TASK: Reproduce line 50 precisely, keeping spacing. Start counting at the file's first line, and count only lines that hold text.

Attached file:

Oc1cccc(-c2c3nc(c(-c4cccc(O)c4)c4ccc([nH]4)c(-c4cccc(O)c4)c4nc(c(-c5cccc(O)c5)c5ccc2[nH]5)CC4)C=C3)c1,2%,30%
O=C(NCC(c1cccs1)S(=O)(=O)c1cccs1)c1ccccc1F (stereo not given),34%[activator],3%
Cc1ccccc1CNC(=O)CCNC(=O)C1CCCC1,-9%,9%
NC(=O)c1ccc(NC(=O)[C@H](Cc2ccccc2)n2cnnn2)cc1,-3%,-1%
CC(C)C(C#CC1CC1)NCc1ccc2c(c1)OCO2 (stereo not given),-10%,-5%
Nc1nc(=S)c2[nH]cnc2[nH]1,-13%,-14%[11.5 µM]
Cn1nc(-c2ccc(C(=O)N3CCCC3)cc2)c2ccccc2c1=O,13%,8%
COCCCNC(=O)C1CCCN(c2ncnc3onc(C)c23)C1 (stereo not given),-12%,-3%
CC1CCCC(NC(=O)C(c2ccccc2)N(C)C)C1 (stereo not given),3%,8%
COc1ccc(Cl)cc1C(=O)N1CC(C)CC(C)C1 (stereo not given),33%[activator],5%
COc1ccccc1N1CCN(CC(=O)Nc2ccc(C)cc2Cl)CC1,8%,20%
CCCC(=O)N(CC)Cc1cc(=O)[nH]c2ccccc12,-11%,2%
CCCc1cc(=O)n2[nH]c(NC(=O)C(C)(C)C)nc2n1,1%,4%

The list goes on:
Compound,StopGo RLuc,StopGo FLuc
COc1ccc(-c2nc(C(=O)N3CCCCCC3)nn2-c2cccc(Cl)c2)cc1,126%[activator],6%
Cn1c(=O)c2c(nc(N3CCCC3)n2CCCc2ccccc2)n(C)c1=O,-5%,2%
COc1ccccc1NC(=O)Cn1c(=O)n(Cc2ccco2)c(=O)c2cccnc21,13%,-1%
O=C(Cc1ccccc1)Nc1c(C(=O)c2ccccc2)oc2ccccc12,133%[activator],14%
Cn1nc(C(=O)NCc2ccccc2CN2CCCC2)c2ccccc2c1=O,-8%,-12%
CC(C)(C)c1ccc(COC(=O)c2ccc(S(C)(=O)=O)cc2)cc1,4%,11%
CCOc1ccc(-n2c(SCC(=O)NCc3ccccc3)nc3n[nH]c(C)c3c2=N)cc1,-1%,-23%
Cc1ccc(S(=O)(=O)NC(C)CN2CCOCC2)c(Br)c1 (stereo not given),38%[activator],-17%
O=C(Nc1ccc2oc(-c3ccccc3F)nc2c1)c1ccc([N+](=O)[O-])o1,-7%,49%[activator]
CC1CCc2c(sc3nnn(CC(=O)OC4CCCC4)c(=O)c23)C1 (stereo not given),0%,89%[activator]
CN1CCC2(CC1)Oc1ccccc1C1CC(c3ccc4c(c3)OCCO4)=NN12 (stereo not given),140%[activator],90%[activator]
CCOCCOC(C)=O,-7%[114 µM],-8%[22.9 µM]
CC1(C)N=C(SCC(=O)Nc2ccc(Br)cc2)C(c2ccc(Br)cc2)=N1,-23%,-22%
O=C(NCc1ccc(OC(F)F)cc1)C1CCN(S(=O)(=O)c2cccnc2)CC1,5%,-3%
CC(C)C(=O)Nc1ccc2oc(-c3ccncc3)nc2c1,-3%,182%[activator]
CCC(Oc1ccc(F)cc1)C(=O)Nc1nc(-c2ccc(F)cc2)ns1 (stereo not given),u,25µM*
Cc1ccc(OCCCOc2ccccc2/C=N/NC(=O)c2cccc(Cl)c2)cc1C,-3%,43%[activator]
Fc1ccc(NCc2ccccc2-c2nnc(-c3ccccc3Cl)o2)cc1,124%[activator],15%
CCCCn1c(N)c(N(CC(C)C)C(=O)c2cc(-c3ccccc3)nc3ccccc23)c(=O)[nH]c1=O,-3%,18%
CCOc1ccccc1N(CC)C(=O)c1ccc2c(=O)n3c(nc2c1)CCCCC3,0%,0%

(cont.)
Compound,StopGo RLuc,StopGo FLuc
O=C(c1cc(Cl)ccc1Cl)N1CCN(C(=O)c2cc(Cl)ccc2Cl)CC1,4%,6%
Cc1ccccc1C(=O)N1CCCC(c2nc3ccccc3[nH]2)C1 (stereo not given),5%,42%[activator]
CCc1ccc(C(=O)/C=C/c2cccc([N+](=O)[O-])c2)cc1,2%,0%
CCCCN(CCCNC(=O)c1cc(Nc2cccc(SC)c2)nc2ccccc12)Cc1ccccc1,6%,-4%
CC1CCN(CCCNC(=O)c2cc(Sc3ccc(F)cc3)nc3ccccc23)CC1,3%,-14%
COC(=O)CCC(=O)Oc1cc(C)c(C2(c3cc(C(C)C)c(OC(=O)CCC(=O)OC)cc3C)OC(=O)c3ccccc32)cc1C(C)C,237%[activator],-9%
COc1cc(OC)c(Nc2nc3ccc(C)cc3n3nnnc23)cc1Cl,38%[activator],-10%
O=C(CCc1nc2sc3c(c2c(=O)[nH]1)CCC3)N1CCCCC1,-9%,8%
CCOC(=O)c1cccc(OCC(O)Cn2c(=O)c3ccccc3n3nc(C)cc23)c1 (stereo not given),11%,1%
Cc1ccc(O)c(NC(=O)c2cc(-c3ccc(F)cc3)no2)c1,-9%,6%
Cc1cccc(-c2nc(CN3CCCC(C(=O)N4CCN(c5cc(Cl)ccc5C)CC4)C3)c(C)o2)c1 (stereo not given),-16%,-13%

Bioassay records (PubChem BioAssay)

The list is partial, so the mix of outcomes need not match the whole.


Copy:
The list is partial, so the mix of outcomes need not match the whole.